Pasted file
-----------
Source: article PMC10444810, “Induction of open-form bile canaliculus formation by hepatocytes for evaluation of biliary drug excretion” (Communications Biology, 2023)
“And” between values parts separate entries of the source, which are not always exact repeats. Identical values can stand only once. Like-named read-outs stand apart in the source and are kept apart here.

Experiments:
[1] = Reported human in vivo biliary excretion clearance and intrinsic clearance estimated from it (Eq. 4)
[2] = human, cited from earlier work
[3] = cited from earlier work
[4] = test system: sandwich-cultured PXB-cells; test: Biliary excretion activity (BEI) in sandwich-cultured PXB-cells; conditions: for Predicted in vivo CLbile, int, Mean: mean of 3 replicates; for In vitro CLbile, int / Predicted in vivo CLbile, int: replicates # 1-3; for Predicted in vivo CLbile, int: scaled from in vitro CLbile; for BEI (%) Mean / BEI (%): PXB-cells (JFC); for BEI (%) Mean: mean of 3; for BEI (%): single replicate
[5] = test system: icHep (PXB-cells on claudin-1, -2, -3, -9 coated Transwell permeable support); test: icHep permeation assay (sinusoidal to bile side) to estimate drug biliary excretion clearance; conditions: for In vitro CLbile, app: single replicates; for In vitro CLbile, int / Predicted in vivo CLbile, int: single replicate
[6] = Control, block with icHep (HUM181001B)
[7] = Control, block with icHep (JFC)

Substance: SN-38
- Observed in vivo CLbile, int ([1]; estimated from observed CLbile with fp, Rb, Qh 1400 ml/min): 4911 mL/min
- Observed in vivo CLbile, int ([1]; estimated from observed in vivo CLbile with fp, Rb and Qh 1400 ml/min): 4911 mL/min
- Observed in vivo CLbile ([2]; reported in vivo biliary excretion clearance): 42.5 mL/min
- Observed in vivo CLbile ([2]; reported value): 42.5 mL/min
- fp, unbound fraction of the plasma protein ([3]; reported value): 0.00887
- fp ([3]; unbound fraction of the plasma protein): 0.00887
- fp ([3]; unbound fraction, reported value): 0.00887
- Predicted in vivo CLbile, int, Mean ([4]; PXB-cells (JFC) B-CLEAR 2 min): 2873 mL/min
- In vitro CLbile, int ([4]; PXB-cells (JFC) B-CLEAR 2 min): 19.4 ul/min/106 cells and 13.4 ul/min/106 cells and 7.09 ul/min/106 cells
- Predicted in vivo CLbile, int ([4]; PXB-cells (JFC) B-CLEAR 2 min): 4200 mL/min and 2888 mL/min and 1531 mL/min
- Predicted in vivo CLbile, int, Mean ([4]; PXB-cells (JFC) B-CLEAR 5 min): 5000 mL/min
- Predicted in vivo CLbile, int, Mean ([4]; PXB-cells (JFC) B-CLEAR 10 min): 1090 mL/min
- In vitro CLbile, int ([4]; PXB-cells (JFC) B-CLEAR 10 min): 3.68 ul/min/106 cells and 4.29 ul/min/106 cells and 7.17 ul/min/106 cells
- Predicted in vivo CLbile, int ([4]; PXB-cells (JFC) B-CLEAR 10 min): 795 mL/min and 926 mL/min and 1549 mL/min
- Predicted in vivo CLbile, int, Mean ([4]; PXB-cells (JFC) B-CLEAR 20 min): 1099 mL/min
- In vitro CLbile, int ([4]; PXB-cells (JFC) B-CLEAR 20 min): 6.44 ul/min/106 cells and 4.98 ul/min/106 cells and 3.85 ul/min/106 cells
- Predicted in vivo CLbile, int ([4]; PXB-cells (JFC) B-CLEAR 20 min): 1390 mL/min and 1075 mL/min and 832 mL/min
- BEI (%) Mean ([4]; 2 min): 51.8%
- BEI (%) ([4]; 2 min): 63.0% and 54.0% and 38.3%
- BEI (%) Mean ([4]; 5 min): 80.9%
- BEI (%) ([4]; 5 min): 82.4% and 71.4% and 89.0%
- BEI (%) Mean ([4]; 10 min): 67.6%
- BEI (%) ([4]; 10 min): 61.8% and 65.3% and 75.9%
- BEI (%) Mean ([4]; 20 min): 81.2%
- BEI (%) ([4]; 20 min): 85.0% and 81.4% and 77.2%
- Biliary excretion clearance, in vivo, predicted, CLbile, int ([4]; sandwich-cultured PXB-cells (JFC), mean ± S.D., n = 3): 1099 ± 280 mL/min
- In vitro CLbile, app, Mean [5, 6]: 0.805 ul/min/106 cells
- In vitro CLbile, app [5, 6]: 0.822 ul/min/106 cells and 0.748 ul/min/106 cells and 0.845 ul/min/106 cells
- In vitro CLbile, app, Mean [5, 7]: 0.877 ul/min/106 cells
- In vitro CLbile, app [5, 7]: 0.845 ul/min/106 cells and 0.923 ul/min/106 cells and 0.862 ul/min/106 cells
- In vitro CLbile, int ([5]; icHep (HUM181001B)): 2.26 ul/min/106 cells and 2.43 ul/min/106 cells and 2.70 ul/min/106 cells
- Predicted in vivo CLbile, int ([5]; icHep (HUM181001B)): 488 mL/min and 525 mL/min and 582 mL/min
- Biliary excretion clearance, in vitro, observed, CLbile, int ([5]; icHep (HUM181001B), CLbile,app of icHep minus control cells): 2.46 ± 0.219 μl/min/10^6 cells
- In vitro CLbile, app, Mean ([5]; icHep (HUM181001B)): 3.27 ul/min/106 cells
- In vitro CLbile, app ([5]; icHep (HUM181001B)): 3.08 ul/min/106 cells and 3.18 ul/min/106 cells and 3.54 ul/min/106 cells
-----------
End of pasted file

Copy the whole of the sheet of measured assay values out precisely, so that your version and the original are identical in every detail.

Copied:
Source: article PMC10444810, “Induction of open-form bile canaliculus formation by hepatocytes for evaluation of biliary drug excretion” (Communications Biology, 2023)
“And” between values parts separate entries of the source, which are not always exact repeats. Identical values can stand only once. Like-named read-outs stand apart in the source and are kept apart here.

Experiments:
[1] = Reported human in vivo biliary excretion clearance and intrinsic clearance estimated from it (Eq. 4)
[2] = human, cited from earlier work
[3] = cited from earlier work
[4] = test system: sandwich-cultured PXB-cells; test: Biliary excretion activity (BEI) in sandwich-cultured PXB-cells; conditions: for Predicted in vivo CLbile, int, Mean: mean of 3 replicates; for In vitro CLbile, int / Predicted in vivo CLbile, int: replicates # 1-3; for Predicted in vivo CLbile, int: scaled from in vitro CLbile; for BEI (%) Mean / BEI (%): PXB-cells (JFC); for BEI (%) Mean: mean of 3; for BEI (%): single replicate
[5] = test system: icHep (PXB-cells on claudin-1, -2, -3, -9 coated Transwell permeable support); test: icHep permeation assay (sinusoidal to bile side) to estimate drug biliary excretion clearance; conditions: for In vitro CLbile, app: single replicates; for In vitro CLbile, int / Predicted in vivo CLbile, int: single replicate
[6] = Control, block with icHep (HUM181001B)
[7] = Control, block with icHep (JFC)

Substance: SN-38
- Observed in vivo CLbile, int ([1]; estimated from observed CLbile with fp, Rb, Qh 1400 ml/min): 4911 mL/min
- Observed in vivo CLbile, int ([1]; estimated from observed in vivo CLbile with fp, Rb and Qh 1400 ml/min): 4911 mL/min
- Observed in vivo CLbile ([2]; reported in vivo biliary excretion clearance): 42.5 mL/min
- Observed in vivo CLbile ([2]; reported value): 42.5 mL/min
- fp, unbound fraction of the plasma protein ([3]; reported value): 0.00887
- fp ([3]; unbound fraction of the plasma protein): 0.00887
- fp ([3]; unbound fraction, reported value): 0.00887
- Predicted in vivo CLbile, int, Mean ([4]; PXB-cells (JFC) B-CLEAR 2 min): 2873 mL/min
- In vitro CLbile, int ([4]; PXB-cells (JFC) B-CLEAR 2 min): 19.4 ul/min/106 cells and 13.4 ul/min/106 cells and 7.09 ul/min/106 cells
- Predicted in vivo CLbile, int ([4]; PXB-cells (JFC) B-CLEAR 2 min): 4200 mL/min and 2888 mL/min and 1531 mL/min
- Predicted in vivo CLbile, int, Mean ([4]; PXB-cells (JFC) B-CLEAR 5 min): 5000 mL/min
- Predicted in vivo CLbile, int, Mean ([4]; PXB-cells (JFC) B-CLEAR 10 min): 1090 mL/min
- In vitro CLbile, int ([4]; PXB-cells (JFC) B-CLEAR 10 min): 3.68 ul/min/106 cells and 4.29 ul/min/106 cells and 7.17 ul/min/106 cells
- Predicted in vivo CLbile, int ([4]; PXB-cells (JFC) B-CLEAR 10 min): 795 mL/min and 926 mL/min and 1549 mL/min
- Predicted in vivo CLbile, int, Mean ([4]; PXB-cells (JFC) B-CLEAR 20 min): 1099 mL/min
- In vitro CLbile, int ([4]; PXB-cells (JFC) B-CLEAR 20 min): 6.44 ul/min/106 cells and 4.98 ul/min/106 cells and 3.85 ul/min/106 cells
- Predicted in vivo CLbile, int ([4]; PXB-cells (JFC) B-CLEAR 20 min): 1390 mL/min and 1075 mL/min and 832 mL/min
- BEI (%) Mean ([4]; 2 min): 51.8%
- BEI (%) ([4]; 2 min): 63.0% and 54.0% and 38.3%
- BEI (%) Mean ([4]; 5 min): 80.9%
- BEI (%) ([4]; 5 min): 82.4% and 71.4% and 89.0%
- BEI (%) Mean ([4]; 10 min): 67.6%
- BEI (%) ([4]; 10 min): 61.8% and 65.3% and 75.9%
- BEI (%) Mean ([4]; 20 min): 81.2%
- BEI (%) ([4]; 20 min): 85.0% and 81.4% and 77.2%
- Biliary excretion clearance, in vivo, predicted, CLbile, int ([4]; sandwich-cultured PXB-cells (JFC), mean ± S.D., n = 3): 1099 ± 280 mL/min
- In vitro CLbile, app, Mean [5, 6]: 0.805 ul/min/106 cells
- In vitro CLbile, app [5, 6]: 0.822 ul/min/106 cells and 0.748 ul/min/106 cells and 0.845 ul/min/106 cells
- In vitro CLbile, app, Mean [5, 7]: 0.877 ul/min/106 cells
- In vitro CLbile, app [5, 7]: 0.845 ul/min/106 cells and 0.923 ul/min/106 cells and 0.862 ul/min/106 cells
- In vitro CLbile, int ([5]; icHep (HUM181001B)): 2.26 ul/min/106 cells and 2.43 ul/min/106 cells and 2.70 ul/min/106 cells
- Predicted in vivo CLbile, int ([5]; icHep (HUM181001B)): 488 mL/min and 525 mL/min and 582 mL/min
- Biliary excretion clearance, in vitro, observed, CLbile, int ([5]; icHep (HUM181001B), CLbile,app of icHep minus control cells): 2.46 ± 0.219 μl/min/10^6 cells
- In vitro CLbile, app, Mean ([5]; icHep (HUM181001B)): 3.27 ul/min/106 cells
- In vitro CLbile, app ([5]; icHep (HUM181001B)): 3.08 ul/min/106 cells and 3.18 ul/min/106 cells and 3.54 ul/min/106 cells